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Should I Use a Night Light for My Baby?

November 24, 2021

A quick Google search of “baby night light” produces over 1 billion results, indicating its popularity. When it comes to those late night diaper-changes and feedings, many parents consider a night light an essential item. Yet, other parents think there’s no place for a night light in a baby’s room. So, why the discrepancy? Should babies sleep with a night light? Or are they better off without one? Let’s take a closer look. 

Why Do People Utilize Baby Night Lights? 

The topic of whether or not to use a baby night light can be one of the more divisive topics when it comes to child-rearing. Caregivers who love night lights can’t stop singing their praises. Generally, there are a number of reasons why caregivers opt for a night light for their baby’s room: 

  • The light from a night light can soothe a child who’s scared of the dark
  • The night light can help prevent fumbling and tripping during late-night feedings or diaper-change trips
  • Light can create a more ambient environment for your baby, which can be soothing in times of separation anxiety
  • A soft light can make it easier to check on your sleeping baby instead of having to turn on a bright, abrasive light

Do Babies Need a Night Light? 

Although there are a number of practical reasons for utilizing a night light in your baby’s room, research indicates that they do more harm than good. In fact, some will go so far as to suggest that using a night light is the single largest mistake inhibiting a child’s sleep. Not only that, but using a night light can also contribute to frequent night waking along with fostering an environment in which it’s difficult to fall asleep in the first place. What exactly accounts for this claim? 

Well, it all depends on the color of the night light. Different colors of wavelength light have different effects on the human body, especially as it relates to sleep. Melatonin is a naturally produced hormone in the body. As it gets darker outside, this hormone is responsible for making you feel sleepy. On the other hand, cortisone is produced when you see daylight, white, or blue light. This hormone inversely makes you more alert. 

So, while researchers argue against night lights, they’re actually arguing against the color that’s commonly used in night lights. Most lights used in child night lights and other nighttime fixtures utilize white, blur or green hues. While these colors are marketed to be more relaxing, they actually have an inverse physiological effect.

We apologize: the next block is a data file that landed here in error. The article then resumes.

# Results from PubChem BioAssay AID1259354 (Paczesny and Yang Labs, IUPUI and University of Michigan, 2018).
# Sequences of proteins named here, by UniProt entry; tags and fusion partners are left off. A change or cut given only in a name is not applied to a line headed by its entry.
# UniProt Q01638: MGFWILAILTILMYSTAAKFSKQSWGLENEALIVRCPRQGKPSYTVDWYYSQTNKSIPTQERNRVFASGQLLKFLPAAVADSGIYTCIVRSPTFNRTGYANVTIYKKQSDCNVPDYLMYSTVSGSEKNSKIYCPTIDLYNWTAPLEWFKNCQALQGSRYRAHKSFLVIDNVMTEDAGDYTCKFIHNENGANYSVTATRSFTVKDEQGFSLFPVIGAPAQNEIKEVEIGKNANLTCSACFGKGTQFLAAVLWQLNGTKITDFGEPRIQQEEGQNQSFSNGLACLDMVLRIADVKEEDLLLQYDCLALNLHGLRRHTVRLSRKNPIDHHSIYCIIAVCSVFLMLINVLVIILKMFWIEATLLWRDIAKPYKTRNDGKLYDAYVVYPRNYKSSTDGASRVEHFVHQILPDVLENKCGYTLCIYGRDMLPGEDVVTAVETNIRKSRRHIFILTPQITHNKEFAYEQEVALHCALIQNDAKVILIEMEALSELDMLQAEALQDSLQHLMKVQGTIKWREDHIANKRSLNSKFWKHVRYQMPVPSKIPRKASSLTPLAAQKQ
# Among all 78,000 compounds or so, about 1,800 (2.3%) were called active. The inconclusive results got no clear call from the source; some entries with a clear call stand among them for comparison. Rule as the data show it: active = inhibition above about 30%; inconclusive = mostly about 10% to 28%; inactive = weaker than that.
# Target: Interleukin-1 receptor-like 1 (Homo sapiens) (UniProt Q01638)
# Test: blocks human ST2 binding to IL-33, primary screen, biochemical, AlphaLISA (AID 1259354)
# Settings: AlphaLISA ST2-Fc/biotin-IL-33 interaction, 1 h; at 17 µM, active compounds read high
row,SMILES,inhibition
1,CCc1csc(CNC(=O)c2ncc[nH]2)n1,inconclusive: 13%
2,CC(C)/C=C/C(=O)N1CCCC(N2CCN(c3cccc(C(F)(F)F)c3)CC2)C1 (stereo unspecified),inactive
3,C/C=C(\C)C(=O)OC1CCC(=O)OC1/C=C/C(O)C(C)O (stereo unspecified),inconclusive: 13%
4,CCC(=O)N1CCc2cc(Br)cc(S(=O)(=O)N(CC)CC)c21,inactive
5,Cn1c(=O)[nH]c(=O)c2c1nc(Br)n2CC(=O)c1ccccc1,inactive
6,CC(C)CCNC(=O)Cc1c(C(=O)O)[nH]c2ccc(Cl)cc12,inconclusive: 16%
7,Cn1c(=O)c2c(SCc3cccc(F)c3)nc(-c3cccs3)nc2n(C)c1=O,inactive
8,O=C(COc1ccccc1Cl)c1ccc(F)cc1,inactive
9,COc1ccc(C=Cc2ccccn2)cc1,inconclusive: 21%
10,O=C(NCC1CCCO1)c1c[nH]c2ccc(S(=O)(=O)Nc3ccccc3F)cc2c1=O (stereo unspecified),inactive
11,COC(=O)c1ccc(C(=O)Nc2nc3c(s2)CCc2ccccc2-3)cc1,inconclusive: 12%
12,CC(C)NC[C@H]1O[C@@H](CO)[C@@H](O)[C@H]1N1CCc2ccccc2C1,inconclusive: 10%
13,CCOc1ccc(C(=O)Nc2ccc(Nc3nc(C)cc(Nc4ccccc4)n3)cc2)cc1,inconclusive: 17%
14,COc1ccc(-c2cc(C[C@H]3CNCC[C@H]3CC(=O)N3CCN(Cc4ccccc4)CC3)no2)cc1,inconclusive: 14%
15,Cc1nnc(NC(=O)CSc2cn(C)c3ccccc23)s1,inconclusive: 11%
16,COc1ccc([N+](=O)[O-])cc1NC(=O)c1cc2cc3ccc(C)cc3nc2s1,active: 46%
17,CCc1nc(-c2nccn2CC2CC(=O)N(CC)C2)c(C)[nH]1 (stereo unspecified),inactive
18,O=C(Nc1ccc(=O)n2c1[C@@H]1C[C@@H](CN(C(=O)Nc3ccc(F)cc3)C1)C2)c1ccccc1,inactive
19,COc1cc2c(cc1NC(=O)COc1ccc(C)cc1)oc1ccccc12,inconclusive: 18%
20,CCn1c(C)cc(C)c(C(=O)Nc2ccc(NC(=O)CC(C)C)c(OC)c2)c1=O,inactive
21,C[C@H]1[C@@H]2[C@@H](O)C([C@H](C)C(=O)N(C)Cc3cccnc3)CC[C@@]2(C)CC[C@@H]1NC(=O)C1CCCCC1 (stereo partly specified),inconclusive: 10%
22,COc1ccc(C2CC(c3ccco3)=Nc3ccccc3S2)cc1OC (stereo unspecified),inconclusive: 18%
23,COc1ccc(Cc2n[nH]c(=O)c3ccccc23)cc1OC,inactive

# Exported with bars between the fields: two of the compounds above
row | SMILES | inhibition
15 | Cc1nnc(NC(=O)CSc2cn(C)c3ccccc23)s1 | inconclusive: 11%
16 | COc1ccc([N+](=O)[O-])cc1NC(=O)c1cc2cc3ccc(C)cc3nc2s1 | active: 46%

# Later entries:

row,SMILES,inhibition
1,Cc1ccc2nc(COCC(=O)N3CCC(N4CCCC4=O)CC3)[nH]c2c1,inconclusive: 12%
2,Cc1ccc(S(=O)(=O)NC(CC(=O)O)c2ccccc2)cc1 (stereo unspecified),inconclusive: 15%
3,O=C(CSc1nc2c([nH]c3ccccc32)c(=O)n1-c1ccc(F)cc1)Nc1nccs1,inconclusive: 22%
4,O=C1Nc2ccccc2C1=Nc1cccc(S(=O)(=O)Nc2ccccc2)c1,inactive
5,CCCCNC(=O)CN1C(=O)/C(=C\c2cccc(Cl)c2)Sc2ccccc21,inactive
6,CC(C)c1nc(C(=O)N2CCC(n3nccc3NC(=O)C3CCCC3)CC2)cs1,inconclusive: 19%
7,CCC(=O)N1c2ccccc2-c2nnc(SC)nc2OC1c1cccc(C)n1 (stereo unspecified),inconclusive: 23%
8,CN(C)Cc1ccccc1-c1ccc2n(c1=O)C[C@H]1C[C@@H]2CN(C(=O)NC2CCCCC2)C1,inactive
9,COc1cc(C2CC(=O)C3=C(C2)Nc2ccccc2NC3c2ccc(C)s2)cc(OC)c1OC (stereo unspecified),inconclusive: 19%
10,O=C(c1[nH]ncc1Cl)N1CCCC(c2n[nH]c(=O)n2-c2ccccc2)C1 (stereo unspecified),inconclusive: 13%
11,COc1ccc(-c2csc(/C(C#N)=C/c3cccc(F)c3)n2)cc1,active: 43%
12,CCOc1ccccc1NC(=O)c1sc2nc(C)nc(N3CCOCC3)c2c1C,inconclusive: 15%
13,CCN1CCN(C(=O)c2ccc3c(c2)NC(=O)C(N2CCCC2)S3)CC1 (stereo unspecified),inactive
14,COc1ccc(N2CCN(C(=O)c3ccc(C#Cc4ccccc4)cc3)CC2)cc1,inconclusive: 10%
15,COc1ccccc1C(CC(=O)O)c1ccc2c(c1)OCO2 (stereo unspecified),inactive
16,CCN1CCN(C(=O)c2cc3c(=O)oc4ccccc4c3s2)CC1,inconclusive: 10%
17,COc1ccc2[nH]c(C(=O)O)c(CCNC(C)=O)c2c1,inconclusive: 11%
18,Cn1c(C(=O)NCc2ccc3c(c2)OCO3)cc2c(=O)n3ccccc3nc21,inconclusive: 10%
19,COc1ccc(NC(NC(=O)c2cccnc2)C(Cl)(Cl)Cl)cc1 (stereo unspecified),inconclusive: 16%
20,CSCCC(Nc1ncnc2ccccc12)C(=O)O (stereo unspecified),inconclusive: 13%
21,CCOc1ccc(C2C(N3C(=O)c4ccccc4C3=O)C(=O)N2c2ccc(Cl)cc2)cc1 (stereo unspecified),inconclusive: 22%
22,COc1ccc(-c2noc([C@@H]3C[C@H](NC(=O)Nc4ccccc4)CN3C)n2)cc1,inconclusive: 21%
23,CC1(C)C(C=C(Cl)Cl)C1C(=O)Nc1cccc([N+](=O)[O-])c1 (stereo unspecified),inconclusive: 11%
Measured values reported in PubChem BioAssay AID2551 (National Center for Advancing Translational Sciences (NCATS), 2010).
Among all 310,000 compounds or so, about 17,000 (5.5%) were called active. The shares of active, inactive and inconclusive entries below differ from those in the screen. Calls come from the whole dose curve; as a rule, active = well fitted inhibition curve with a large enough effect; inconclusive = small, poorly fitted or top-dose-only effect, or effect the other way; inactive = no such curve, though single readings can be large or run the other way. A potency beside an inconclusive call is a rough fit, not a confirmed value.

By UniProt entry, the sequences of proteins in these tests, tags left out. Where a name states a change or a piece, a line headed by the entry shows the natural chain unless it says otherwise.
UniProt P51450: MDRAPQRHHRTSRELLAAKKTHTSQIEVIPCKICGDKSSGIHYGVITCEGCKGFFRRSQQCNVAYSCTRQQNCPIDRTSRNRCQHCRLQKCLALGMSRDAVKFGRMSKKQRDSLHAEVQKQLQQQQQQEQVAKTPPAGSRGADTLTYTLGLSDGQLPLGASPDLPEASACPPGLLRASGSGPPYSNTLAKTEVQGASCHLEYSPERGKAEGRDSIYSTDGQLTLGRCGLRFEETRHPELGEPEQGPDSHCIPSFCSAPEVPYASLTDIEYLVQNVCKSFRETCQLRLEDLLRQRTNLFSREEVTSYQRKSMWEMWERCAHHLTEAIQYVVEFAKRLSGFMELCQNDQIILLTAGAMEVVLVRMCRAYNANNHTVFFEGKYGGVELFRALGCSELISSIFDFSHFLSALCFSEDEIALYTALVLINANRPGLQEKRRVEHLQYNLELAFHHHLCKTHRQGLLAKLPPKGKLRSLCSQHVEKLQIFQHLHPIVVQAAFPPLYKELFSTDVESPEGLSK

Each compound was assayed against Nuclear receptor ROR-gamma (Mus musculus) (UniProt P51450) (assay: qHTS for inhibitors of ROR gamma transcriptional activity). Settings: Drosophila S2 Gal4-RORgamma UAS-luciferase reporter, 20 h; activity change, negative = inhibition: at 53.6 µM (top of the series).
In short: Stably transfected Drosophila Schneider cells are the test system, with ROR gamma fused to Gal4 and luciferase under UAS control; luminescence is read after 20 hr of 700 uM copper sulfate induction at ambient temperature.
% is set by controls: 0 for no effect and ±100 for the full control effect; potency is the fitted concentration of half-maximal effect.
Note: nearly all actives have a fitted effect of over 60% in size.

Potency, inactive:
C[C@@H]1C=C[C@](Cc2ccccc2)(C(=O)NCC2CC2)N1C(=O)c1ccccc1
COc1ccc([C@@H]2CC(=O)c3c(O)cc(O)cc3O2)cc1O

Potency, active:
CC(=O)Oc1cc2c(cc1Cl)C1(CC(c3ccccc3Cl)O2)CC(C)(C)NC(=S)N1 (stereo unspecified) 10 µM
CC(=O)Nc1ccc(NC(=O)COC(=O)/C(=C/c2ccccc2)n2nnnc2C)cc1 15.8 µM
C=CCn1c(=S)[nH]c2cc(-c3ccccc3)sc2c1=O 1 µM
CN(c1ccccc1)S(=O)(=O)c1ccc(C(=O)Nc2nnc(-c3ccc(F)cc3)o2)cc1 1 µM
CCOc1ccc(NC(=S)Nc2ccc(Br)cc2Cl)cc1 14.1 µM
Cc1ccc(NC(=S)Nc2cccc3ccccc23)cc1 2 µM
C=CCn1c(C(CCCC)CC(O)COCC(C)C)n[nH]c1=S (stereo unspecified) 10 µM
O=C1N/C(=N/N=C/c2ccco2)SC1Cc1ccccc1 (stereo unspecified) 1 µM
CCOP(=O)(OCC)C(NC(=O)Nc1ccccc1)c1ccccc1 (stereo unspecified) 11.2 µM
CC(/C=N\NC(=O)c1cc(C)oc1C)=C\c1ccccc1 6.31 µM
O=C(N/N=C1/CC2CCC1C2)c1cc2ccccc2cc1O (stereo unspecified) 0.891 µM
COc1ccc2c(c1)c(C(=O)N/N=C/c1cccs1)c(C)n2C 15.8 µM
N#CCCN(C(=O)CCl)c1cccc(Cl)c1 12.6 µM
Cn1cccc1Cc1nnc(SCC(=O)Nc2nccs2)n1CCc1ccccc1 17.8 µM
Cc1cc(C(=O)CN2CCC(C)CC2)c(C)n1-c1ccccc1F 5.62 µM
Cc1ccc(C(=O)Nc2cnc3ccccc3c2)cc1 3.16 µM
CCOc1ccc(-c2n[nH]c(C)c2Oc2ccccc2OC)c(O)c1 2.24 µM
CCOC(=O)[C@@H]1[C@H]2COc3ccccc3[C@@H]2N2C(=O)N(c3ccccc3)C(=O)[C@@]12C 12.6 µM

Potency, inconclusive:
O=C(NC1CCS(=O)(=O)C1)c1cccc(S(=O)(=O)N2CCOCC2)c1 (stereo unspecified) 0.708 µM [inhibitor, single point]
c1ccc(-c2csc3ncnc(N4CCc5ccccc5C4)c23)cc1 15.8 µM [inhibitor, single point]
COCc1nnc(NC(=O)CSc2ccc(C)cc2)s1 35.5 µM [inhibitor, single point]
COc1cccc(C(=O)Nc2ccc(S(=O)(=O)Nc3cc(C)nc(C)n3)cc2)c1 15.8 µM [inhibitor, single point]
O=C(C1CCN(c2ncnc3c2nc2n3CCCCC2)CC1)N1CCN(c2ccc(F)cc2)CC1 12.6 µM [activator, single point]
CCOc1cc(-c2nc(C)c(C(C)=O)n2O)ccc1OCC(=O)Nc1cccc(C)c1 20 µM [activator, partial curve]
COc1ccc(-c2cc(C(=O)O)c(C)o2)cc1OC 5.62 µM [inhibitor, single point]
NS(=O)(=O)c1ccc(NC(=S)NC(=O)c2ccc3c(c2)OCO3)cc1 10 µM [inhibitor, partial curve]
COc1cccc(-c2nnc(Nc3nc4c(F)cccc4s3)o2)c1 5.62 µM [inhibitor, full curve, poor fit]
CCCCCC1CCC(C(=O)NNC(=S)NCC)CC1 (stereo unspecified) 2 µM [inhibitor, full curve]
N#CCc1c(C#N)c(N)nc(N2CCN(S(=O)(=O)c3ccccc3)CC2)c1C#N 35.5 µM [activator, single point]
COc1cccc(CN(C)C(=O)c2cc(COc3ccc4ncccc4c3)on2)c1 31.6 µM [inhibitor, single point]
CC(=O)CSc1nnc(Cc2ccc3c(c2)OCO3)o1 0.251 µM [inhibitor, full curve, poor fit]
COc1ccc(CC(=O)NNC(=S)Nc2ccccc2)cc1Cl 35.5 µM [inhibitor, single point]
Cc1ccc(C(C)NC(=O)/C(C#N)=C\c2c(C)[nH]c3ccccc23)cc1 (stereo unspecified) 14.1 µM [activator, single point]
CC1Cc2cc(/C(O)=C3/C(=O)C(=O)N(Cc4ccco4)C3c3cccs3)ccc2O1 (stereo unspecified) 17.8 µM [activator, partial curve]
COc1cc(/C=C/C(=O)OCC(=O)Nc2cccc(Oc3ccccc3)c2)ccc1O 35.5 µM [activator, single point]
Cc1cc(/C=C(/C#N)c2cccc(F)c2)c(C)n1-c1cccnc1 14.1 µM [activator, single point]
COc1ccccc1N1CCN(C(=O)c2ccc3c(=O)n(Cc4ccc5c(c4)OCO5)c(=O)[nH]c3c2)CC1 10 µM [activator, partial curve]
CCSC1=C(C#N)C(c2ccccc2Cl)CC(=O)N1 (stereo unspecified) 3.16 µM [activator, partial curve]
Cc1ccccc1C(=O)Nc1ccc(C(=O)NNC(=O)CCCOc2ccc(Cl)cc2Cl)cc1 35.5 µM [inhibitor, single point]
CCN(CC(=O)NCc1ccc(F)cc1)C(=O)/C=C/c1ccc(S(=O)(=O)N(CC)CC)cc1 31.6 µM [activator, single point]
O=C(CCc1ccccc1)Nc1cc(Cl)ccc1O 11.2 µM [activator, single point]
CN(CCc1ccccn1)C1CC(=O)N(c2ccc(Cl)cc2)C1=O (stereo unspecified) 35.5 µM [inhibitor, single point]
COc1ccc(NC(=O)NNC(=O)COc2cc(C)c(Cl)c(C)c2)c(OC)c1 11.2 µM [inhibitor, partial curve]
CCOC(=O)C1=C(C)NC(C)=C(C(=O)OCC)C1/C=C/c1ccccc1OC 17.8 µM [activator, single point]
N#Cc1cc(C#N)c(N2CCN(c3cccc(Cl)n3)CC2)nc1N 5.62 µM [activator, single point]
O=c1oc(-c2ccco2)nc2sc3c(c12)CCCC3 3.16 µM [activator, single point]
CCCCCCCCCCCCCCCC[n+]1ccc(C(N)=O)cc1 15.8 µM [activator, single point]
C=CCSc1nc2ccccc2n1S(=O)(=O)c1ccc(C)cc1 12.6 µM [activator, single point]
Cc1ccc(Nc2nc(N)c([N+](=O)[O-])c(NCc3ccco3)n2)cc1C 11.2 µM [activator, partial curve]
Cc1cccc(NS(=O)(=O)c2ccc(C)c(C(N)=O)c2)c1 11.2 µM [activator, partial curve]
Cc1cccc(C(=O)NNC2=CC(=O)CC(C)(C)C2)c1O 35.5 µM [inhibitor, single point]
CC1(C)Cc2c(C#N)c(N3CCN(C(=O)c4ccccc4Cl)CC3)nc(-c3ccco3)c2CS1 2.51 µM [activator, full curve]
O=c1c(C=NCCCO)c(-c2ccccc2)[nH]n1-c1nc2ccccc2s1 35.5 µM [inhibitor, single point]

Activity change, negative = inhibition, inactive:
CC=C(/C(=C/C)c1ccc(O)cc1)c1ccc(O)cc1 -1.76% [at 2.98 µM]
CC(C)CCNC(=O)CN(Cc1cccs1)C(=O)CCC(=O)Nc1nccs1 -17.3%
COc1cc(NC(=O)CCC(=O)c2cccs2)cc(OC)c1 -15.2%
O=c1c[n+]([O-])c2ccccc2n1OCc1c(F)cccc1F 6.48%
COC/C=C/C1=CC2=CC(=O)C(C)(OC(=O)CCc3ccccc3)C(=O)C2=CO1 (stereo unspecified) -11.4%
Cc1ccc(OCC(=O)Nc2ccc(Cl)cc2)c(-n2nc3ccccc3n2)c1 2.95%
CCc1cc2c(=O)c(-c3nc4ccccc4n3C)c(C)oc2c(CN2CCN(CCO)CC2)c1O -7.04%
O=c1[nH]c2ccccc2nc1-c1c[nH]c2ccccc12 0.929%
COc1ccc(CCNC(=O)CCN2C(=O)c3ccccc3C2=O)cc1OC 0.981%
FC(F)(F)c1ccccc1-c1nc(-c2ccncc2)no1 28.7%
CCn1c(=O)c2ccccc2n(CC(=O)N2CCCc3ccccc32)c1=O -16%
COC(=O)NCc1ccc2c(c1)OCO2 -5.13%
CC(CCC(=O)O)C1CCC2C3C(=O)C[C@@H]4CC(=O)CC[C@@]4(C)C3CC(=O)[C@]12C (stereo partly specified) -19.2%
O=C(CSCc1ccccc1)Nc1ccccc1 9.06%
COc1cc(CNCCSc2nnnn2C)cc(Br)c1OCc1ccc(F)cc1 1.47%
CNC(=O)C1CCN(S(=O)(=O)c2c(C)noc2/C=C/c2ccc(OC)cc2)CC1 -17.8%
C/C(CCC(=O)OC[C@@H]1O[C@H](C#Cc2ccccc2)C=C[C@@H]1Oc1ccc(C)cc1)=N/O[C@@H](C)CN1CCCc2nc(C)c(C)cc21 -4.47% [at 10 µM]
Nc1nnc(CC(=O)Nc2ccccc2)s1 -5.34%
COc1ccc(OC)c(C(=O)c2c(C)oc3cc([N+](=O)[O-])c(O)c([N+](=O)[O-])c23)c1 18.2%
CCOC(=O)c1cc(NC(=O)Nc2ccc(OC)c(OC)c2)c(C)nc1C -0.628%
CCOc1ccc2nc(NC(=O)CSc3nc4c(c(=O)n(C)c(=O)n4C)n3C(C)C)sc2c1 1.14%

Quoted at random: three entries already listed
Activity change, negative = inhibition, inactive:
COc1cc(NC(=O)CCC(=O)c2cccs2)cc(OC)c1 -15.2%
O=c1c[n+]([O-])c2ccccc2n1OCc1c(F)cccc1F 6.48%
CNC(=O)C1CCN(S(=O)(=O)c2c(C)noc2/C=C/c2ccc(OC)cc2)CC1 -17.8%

These lights inhibit the secretion of melatonin and promote the secretion of cortisone by tricking the brain into believing that there’s still natural daylight. This becomes even more problematic when children or babies are exposed to gadgets such as phones, iPads, or even TVs—this blue light can also be very disruptive to sleep patterns. 

What about Red Light?

Although white, blue, and green lights have negative effects, there is one type of light that isn’t as intrusive. Red light doesn’t necessarily improve sleep quality, but it also doesn’t interfere with the production of melatonin. If you want to utilize a baby night light, a red light would be the best option, as it would still provide light without interfering with sleep. 

Tips for Night Lights and Other Healthy Sleeping Habits 

If you’re interested in improving the quality of your baby’s sleep and developing healthy sleeping patterns, here are a few tips:

  • Be cognizant of any light that emits white, blue, or green light, and try to replace the light with one that emits a red hue.
  • Tape over the white light of products that may be near your baby’s crib (i.e. baby monitors or baby cameras).
  • Limit the amount of screen-time your baby or child is exposed to. Ideally, your baby shouldn’t be exposed to any screen within two hours of bedtime. 
  • Find ways to mimic the sunset. As the evening progresses, dim the lights around your house. 

Although it may seem like an adjustment to ditch the traditional night light, it’s important to understand how light color and light intensity affect sleep patterns, especially for babies. By finding solutions that limit the amount of white or blue light, your baby will be catching those Z’s in no time.

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Keith Simpkins

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